What are the absolute must-haves for you? Do you require a specific number of beds or stalls? Is having a pool mandatory, or would a trip to the beach be preferable? exterior area? Is being within walking distance of a restaurant or bar a must-have? What features, if any, would you like to see in a Cypriot house? Just describe the ideal scenario for yourself. Is a patio, garden, and/or pool something you’re interested in?
So, what do you not require?
It’s great to see the bright side of things, but sometimes it’s freeing to just zero on on the things we despise. Could you not stand the thought of having to arrange a rental car every time you travelled to Cyprus? Do you prefer relaxing in your own pool than lounging on a sandy beach? Do you fear you’ll be expected to do unwelcome chores, such as cleaning the pool or preparing meals? Would having summer visitors right outside your door go on your nerves? It’s time to make yourself heard. If you and your significant other are having trouble falling in love with your current residence, it may help to discuss the obstacles you’ve identified.
When it comes to this, how much can you really spend?
Get an estimate of your realistic budget from the start. There may be ways to generate more money or even share the expenditures. After all, you can’t go house hunting in Cyprus without first determining your budget. Keep in mind that you’ll need at least 11% more money than expected to cover additional buying prices.
You should also consider the fact that you will not get the “interbank” rate advertised by banks and media before making any financial plans. Instead, you should plan on receiving an exchange rate that is at least one percentage point more or lower than what you anticipated.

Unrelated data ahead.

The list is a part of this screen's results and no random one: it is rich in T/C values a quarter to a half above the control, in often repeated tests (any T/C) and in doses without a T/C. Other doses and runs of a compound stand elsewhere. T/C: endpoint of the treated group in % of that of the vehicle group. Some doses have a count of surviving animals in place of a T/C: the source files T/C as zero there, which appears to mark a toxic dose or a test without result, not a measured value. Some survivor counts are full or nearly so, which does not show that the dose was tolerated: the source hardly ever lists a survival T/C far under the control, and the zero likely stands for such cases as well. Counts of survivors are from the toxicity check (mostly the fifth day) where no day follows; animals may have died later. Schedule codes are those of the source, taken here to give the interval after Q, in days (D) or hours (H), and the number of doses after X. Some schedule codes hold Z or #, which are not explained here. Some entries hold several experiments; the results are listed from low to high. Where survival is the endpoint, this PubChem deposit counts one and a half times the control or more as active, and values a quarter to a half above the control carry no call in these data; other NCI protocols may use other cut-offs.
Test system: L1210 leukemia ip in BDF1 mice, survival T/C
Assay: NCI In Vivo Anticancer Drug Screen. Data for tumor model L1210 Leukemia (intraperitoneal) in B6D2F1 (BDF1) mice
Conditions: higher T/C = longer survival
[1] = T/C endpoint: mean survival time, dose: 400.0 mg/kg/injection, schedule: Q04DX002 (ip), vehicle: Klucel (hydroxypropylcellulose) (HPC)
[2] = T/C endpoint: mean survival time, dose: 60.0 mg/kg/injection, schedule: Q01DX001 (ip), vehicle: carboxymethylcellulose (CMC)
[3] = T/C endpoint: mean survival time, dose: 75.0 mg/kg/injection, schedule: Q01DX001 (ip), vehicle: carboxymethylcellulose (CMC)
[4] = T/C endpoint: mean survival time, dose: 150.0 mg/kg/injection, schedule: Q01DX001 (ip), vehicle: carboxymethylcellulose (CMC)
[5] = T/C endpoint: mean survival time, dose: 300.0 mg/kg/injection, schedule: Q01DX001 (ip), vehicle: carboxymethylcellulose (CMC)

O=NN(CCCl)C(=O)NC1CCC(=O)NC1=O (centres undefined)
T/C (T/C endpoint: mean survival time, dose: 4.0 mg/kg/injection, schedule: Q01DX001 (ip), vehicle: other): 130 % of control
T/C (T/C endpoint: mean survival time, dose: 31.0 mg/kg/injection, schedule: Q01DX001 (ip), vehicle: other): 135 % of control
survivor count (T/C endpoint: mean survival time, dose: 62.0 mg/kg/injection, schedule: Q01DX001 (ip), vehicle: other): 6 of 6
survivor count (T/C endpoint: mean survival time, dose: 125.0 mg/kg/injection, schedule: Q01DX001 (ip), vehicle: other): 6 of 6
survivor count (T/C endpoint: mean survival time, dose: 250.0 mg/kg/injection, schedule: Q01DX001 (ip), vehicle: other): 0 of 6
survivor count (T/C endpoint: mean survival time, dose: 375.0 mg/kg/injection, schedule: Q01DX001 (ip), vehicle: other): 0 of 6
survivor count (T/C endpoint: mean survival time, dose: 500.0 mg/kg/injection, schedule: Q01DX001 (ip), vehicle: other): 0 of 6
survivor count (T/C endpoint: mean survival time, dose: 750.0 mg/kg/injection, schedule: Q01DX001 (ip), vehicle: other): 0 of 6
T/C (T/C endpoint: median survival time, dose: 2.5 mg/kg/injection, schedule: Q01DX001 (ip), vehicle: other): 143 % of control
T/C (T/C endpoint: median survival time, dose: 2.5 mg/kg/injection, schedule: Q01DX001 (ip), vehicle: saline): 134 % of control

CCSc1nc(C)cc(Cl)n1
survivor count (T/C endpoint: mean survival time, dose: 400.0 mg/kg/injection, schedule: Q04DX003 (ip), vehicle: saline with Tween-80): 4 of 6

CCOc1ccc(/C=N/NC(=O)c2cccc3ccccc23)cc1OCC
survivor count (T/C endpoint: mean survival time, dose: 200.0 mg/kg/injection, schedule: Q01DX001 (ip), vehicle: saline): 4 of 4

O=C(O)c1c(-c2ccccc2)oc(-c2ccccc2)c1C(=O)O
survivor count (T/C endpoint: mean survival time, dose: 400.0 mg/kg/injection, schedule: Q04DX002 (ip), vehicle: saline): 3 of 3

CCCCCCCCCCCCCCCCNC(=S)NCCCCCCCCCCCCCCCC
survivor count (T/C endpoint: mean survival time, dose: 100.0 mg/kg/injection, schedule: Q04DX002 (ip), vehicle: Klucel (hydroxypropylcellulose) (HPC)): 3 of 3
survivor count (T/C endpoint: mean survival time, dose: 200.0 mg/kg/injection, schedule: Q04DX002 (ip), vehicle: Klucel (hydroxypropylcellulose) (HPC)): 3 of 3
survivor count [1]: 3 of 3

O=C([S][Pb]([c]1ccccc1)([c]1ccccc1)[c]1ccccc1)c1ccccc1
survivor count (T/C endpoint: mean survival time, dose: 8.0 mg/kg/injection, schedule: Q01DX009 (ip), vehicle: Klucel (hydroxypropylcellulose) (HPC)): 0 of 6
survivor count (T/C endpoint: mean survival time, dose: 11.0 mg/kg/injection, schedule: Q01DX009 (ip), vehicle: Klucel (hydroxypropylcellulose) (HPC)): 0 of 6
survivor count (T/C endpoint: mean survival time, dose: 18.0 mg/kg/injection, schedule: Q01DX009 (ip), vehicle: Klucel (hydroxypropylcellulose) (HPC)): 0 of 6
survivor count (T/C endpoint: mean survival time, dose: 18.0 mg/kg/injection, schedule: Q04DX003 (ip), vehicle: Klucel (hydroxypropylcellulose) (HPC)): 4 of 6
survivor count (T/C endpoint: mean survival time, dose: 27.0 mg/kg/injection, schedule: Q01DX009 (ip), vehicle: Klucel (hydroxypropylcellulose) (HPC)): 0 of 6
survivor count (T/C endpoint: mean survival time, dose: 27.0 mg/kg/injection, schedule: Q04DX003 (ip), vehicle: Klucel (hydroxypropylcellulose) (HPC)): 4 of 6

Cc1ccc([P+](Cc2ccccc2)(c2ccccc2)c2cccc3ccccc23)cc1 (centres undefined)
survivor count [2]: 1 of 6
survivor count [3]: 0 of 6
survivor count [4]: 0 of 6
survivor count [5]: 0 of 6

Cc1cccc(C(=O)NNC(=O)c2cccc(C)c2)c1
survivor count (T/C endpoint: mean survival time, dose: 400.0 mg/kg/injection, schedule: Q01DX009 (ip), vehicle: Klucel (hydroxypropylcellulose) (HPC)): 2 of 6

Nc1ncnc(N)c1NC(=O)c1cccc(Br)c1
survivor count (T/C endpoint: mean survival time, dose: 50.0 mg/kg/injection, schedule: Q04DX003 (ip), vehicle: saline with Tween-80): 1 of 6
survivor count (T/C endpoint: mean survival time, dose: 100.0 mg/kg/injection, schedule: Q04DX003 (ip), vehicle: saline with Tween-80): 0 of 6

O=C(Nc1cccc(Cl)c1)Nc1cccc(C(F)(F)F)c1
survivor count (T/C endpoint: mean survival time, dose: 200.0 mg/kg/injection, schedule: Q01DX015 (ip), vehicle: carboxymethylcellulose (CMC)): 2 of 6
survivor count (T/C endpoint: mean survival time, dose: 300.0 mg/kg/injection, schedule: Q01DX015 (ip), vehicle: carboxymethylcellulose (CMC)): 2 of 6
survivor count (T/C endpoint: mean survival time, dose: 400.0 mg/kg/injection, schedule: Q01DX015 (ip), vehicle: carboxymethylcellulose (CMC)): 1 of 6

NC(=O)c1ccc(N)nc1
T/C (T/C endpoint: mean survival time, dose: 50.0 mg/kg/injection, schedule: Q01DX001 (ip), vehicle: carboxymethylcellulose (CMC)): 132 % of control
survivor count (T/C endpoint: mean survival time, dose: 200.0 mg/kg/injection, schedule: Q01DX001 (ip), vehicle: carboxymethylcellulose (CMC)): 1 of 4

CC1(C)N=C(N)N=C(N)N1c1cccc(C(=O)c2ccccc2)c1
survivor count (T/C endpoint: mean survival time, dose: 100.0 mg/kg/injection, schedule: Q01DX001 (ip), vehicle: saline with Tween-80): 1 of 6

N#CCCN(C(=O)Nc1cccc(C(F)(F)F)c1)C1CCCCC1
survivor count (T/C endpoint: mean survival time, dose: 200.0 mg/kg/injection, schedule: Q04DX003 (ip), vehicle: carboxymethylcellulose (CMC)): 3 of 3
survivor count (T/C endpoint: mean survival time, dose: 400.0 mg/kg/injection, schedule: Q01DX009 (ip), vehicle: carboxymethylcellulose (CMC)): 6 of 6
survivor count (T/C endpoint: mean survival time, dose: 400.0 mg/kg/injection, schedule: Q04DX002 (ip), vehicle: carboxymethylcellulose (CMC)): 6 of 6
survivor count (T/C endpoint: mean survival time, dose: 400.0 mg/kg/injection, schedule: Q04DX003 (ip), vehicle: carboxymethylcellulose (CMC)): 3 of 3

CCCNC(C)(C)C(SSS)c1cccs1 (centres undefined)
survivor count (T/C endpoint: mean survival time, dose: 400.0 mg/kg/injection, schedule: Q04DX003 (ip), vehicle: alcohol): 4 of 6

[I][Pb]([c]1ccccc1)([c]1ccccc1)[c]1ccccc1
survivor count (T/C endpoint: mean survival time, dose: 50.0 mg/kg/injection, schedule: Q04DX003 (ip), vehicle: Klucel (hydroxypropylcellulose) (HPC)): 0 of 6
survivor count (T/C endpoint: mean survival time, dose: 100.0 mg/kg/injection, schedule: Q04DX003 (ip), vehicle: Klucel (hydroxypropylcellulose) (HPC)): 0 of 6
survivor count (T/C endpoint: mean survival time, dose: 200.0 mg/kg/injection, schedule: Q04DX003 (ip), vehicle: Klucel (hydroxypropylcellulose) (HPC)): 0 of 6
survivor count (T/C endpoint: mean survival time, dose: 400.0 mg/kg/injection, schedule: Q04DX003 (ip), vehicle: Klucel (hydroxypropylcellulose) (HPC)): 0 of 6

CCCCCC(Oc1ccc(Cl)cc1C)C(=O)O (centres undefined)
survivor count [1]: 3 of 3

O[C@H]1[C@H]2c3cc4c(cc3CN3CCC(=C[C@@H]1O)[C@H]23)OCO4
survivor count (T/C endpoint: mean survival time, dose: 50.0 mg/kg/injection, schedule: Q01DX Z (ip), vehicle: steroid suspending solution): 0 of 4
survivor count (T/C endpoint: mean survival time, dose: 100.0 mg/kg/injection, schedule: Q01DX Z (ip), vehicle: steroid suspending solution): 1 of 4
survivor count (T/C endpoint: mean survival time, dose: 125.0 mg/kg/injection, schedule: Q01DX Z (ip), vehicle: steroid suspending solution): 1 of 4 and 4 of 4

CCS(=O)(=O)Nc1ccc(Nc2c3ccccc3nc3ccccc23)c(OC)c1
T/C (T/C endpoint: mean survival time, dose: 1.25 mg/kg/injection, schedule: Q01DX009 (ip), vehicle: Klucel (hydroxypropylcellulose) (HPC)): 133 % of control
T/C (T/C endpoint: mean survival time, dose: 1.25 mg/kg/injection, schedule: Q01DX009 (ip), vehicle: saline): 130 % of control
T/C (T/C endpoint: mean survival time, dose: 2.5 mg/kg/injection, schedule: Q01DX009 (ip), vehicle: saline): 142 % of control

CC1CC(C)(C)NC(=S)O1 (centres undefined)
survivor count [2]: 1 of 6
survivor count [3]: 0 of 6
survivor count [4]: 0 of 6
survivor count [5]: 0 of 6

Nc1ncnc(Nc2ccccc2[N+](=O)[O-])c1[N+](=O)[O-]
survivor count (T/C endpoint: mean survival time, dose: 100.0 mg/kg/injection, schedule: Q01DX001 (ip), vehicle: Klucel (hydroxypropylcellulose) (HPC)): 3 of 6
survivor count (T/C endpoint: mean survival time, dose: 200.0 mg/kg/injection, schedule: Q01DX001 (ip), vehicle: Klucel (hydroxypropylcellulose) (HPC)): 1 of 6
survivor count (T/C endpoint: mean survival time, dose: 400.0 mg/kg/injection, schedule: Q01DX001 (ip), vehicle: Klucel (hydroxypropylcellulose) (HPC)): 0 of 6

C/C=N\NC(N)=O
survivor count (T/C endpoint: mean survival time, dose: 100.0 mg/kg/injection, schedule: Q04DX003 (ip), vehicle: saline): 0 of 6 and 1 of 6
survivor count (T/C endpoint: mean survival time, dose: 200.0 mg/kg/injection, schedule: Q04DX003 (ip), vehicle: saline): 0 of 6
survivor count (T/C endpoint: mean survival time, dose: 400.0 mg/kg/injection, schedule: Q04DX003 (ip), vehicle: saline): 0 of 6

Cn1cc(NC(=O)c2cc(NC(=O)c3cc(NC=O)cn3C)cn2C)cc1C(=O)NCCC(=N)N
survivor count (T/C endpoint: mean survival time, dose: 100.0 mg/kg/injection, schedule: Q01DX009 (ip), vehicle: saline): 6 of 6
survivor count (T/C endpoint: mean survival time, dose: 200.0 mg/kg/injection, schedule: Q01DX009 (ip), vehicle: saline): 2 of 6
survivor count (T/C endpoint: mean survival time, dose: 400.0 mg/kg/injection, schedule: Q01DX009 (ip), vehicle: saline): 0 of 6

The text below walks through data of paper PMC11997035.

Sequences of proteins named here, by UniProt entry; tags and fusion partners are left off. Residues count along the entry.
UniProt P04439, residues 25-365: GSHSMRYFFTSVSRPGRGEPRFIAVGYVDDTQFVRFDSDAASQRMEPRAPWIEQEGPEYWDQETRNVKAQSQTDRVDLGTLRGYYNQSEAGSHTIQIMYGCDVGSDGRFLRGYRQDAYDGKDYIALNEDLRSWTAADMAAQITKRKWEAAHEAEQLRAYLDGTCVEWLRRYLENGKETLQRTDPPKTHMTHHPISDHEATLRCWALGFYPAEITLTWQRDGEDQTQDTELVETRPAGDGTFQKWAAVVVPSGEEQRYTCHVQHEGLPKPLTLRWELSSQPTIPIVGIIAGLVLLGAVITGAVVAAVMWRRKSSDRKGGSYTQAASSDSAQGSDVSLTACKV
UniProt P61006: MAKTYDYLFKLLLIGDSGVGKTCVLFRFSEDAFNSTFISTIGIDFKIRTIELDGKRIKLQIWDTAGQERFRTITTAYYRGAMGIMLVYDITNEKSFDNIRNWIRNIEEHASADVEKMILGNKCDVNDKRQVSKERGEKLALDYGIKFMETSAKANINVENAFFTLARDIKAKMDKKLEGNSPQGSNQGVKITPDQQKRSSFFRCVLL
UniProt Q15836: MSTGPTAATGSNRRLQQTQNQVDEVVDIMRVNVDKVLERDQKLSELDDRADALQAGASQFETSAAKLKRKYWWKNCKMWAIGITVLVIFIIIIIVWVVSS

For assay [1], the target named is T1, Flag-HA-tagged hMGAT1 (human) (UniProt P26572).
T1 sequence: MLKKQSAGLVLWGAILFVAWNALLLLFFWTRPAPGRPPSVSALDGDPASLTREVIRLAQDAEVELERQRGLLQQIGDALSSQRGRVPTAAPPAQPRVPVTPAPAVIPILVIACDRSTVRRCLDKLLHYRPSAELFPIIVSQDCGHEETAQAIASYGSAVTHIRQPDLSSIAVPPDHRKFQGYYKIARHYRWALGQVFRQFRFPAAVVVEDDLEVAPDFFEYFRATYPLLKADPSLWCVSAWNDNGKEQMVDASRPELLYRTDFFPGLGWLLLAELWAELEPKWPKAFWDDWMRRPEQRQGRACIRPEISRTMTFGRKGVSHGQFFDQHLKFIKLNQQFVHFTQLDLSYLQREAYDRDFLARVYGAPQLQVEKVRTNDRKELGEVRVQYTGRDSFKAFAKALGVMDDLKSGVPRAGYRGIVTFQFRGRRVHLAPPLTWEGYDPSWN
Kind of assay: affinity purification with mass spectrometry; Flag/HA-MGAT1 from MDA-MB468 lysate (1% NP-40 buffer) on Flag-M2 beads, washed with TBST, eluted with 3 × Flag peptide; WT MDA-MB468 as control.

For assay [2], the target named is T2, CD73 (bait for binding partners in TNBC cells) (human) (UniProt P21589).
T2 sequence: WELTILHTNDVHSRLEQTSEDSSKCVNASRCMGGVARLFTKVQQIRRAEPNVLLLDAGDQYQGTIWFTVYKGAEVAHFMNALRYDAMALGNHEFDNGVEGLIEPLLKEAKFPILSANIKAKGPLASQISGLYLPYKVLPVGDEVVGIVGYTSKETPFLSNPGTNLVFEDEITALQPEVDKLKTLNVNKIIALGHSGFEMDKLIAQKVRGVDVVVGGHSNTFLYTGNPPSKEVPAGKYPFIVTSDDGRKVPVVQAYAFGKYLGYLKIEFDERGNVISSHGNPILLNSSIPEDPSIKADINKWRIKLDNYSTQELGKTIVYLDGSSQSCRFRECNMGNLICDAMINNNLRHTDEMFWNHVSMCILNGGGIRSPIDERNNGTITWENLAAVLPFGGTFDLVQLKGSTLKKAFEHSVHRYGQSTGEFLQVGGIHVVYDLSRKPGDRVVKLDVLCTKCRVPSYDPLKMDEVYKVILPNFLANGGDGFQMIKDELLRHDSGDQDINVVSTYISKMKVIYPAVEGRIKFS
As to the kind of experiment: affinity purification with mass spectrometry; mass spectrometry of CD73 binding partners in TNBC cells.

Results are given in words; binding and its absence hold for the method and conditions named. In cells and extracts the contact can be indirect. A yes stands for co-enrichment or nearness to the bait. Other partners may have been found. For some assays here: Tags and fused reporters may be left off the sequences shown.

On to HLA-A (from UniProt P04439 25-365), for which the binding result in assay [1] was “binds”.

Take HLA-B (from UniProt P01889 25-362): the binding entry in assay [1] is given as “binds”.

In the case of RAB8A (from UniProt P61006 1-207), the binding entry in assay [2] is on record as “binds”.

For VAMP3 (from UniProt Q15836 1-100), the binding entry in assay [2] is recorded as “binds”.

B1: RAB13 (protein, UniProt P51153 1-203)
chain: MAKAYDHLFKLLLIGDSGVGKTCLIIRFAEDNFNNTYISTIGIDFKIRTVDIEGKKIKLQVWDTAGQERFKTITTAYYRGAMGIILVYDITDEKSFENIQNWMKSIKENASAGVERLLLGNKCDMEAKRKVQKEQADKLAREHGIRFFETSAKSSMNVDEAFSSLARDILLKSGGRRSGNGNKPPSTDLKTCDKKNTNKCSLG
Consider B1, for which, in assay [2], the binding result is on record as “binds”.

Which of the top neighbourhoods in Cyprus will you call home?
You can locate the ideal place for retirement, a vacation house, or a job move in Cyprus, no matter what your preferences are. Investing in a piece of real estate in a foreign country is a major life choice that should not be made lightly. Let’s examine in more detail the many kinds of accommodation available on this varied island.
Below, we’ll give you a tour of the island’s regions and cities, as well as some recommendations on where to go if you’re on the hunt for something in particular.
- It’s Ayia Napa!
- This is the Akamas Peninsula.
Property buyers from outside keep coming to Paphos because of the thriving expat population, the stunning harbour, and the year-round accessibility of low-cost flights out of the international airport. After finishing its stint as the European City of Culture for the 21st century, the city’s infrastructure has received major investment. More than €25 million has been invested in infrastructure improvements, including new parks, a revitalised downtown, and new roadways. As a result, home values and demand for rentals should increase.
Paphos is now split in two separate areas. Historic Paphos, also known as Paleo Paphos, sits atop a hill in the city’s southeastern corner. However, Kato Paphos is a more vibrant and tourist-friendly neighbourhood that clusters around the port and the shoreline.
The primary section of the resort for those who wish to purchase a home in order to have a simple, lock-up-and-leave holiday residence in Cyprus, ideally situated for renting out when they are not using it. Supermarkets, restaurants, the beach, the harbour, entertainment sites, and the nightlife are all within walking distance, making this an attractive option for vacationers. Prices for standard one-bedroom apartments range from €81,111 to €111,111, standard two-bedroom apartments from €121,111 to €141,111, and standard townhouses from €151,111. This is not to imply that more opulent choices are not available.